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Cyberspace swindlers prey on the credulous

The post went viral almost immediately after it appeared on Facebook in May. “Wave Money will transfer K140,000 to everyone who shares this post. Share the post now; this offer is genuine,” it said, referring to the mobile money service.

The offer, posted from an account with a fake profile, said Microsoft co-founder Mr Bill Gates, one of the world’s richest people, had donated US$300 million for poor people throughout the world and everyone who posted their phone number in the comment box and shared the message would receive $100.

A few days later, the post was deleted and the fake account profile disappeared from Facebook. Similar posts from fake accounts have appeared on many Facebook groups and pages. All of them ask users to share the posts and insist they post their mobile phone numbers in the comments section.

Frontier has found at least three groups posting about donations: “Sa Yin Pay Kya Thu Myar”, (“Subscribers”), “Myanmar Naing Ngan Mha Ahlu Shin Myar Su Si Yar” (“Myanmar Charity Donors”), and “Myanmar Naing Ngan Ballone Athin Myar Ahpwe Chote” (Myanmar Football Clubs Organisation).

Although such posts are not new, they appear to be increasing in frequency, and some of them use COVID-19 themes to trick Facebook users into giving up personal information.

One post in the Myanmar Charity Donors group claims that the actor Wai Lu Kyaw and “Win Ko Ko Latt Foundation” have donated K500 million, and will provide K100,000 each to 5,000 people. The post, which has since been removed, features a photo of Wai Lu Kyaw, as well as photos of unidentified people counting and distributing money.

It is not known how many users eager to receive a payout have responded to the posts by sharing them and providing their mobile phone numbers, but some of the most popular posts have been shared more than 10,000 times.

What is certain though is that most of them have no idea the messages are fake. The messages are designed to elicit mobile phone numbers so that scammers can later try and trick the owners into transferring them money.

Among those who have been duped by the fake messages are Daw Theingi Soe from Mingaladon Township in Yangon Region, Ma Hay Man Oo from Ayeyarwady Region’s Kyonpyaw Township, and Ko Ye Min Htet from Ayadaw Township in Sagaing Region.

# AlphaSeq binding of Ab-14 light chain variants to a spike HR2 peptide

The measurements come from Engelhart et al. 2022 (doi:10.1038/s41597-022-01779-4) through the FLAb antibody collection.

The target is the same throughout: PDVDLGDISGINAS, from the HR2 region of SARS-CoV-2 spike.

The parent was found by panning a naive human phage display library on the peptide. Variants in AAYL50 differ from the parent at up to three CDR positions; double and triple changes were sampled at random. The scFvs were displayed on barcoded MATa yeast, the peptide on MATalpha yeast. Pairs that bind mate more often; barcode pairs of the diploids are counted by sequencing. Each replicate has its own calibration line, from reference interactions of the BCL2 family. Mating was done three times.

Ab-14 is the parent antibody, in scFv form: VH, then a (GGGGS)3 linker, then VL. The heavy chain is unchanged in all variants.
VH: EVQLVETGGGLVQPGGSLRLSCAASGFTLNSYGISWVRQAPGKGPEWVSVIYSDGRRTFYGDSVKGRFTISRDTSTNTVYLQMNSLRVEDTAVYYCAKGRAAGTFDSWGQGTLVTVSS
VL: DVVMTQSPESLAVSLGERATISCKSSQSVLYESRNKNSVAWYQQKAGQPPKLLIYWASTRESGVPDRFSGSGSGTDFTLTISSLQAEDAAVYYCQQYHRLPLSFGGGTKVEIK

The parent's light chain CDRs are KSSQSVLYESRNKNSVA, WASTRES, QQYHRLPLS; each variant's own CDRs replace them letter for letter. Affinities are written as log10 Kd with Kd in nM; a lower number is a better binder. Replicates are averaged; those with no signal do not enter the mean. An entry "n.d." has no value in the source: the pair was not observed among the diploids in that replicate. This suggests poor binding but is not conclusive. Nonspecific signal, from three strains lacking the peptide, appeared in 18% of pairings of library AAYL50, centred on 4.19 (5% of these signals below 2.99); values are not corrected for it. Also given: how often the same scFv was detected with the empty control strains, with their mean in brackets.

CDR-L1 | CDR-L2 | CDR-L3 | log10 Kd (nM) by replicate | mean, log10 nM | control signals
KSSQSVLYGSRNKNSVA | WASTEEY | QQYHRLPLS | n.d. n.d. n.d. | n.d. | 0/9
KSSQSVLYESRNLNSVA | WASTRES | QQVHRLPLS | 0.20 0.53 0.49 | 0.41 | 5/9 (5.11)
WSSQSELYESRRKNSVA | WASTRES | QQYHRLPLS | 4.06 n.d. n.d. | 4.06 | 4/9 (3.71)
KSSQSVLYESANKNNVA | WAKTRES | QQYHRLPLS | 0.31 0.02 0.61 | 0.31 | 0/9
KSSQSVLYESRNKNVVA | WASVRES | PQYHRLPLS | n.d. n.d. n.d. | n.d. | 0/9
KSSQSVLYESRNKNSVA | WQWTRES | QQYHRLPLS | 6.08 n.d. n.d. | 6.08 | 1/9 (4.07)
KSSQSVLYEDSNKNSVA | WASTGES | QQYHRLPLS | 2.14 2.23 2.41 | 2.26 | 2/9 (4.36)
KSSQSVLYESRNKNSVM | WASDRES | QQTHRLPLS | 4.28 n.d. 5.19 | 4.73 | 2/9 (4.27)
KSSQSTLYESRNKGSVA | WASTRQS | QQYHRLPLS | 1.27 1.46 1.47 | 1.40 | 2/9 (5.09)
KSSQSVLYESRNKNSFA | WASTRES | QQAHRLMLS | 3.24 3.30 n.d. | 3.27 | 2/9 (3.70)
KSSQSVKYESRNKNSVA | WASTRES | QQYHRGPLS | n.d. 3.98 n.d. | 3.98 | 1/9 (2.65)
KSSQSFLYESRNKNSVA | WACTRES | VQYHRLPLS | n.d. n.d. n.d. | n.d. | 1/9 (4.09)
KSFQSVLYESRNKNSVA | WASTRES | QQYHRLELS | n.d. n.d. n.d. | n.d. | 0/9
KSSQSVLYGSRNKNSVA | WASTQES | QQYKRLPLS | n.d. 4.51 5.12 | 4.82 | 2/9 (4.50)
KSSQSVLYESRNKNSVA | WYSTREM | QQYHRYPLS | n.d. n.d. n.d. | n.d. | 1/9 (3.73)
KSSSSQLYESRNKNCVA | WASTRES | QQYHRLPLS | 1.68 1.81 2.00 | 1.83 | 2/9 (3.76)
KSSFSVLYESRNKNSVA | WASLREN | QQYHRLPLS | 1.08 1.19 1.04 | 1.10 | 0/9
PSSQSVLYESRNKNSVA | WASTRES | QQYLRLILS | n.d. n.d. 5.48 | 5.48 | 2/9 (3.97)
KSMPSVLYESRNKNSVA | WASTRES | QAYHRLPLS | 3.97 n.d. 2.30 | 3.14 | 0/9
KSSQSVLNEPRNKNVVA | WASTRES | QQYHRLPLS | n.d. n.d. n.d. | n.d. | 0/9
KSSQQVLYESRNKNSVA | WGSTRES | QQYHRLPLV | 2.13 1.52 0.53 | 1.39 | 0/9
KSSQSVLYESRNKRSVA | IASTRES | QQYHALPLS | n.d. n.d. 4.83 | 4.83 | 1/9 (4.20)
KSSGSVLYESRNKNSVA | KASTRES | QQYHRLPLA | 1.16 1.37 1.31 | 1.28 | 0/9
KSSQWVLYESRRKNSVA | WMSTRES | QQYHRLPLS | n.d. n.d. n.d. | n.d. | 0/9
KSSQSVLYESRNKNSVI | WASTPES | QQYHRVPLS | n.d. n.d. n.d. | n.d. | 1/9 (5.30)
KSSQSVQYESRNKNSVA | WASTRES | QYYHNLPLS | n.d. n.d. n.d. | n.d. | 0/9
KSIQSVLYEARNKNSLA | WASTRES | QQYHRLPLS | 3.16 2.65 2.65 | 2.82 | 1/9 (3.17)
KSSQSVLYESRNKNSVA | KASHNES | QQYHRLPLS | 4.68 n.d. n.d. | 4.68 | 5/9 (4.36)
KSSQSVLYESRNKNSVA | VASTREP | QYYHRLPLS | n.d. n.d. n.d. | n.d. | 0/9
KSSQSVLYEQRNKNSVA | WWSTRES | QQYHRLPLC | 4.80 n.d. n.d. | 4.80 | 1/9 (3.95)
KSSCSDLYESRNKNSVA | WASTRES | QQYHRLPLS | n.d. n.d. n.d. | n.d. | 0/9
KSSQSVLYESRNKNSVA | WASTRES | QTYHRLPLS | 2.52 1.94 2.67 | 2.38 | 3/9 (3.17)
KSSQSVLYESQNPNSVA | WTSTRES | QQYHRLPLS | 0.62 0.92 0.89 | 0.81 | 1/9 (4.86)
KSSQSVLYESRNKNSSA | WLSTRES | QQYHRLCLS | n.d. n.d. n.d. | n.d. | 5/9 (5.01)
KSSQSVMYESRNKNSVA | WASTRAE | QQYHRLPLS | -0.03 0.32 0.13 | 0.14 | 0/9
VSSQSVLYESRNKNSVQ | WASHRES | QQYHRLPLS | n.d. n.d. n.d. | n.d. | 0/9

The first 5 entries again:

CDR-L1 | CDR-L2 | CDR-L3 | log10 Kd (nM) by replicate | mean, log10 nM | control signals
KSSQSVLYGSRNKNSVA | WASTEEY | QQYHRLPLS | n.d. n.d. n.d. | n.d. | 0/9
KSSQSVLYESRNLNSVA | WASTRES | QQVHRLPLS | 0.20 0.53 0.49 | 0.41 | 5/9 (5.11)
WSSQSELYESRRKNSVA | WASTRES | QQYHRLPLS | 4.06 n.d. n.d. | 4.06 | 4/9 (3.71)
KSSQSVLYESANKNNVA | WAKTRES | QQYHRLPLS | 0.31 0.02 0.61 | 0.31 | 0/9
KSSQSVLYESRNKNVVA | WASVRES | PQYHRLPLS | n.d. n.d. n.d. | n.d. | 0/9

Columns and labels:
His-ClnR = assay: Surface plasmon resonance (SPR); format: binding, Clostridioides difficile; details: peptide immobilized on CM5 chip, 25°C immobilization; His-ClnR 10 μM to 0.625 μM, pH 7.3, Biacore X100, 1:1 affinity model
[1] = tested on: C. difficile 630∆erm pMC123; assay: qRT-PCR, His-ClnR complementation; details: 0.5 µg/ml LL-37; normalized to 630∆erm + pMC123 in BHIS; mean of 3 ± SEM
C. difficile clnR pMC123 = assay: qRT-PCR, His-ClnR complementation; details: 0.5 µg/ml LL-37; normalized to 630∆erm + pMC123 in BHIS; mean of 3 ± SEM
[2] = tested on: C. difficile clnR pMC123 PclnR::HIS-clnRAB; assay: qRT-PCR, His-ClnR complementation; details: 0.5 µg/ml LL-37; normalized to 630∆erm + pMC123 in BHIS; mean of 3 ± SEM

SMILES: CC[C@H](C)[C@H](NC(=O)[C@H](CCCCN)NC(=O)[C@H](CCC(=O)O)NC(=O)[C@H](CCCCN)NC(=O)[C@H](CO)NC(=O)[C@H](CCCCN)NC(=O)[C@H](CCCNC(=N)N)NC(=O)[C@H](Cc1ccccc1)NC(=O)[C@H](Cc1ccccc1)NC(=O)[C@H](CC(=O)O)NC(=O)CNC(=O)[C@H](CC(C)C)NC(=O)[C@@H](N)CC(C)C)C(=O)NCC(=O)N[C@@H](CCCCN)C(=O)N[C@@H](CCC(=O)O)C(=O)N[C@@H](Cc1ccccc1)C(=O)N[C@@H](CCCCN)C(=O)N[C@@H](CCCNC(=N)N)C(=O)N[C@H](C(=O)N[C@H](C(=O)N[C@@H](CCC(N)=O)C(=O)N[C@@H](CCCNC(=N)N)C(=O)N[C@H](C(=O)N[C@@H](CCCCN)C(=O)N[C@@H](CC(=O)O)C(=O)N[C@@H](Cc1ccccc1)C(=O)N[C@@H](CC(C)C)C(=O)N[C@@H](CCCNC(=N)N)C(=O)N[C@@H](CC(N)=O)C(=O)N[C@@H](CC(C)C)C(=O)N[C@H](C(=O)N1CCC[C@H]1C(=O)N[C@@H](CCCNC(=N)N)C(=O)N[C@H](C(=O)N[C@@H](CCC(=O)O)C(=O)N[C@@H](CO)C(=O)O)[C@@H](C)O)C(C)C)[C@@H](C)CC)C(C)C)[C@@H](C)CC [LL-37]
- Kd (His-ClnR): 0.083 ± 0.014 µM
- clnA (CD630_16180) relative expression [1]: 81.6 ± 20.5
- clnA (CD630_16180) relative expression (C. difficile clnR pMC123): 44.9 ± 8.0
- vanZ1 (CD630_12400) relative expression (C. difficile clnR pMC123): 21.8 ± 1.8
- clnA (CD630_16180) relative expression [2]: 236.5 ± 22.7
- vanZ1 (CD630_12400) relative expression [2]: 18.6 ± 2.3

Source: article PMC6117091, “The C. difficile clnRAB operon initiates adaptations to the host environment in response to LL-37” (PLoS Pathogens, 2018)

Theingi Soe told Frontier on July 4 that she had noticed that many users were sharing one of the posts and providing their phone number in the comment box. She said she believed that all the people sharing the post must have received money from whoever created the page or account.

“I haven’t received anything yet because they haven’t transferred the money to my number through Wave Money. I did not realise that the post was a money scam and I don’t understand why I so readily provided my phone number,” she said.

Theingi Soe said a nephew had seen her comments on the Facebook page and had warned that scammers might use her phone number to try and defraud her. “I decided to never again share or comment on that kind of post and I deleted my phone number from the posts,” she said.

Theingi Soe is far from alone in being deceived by the Facebook posts.

Hay Man Oo from Ayeyarwady Region said she was still waiting for a payout after responding to one of the fake pages despite having been sent a screen shot purporting to show a Wave Money transfer. She no longer trusted any pages promising a payout.

“When you asked me about this, I felt fearful and I really want to know why the scammers are asking for phone numbers,” Hay Man Oo told Frontier on July 7.

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Ko Han Min Oo, a digital security associate at Phandeeyar, a community tech hub in Yangon, said scammers want the phone numbers because they intend to cheat Facebook users.

He said the low level of understanding about digital security in Myanmar could be exploited by scammers.

“The government needs to educate the people about digital literacy,” Han Min Oo told Frontier on July 3.

After Ye Min Htet provided his phone number in a response to the fake offer of a payout from Bill Gates, he was contacted by a person who claimed to be vice chairman of the Central Bank of Myanmar and told he was due to receive K17.5 million from the government’s COVID-19 Economic Relief Plan.

In the call on July 3, Ye Min Htet was told he would first need to deposit K350,000 in a Wave Money account and then would receive a seven-digit code that he could show at Myanmar Economic Bank to claim a payment of K17.5 million.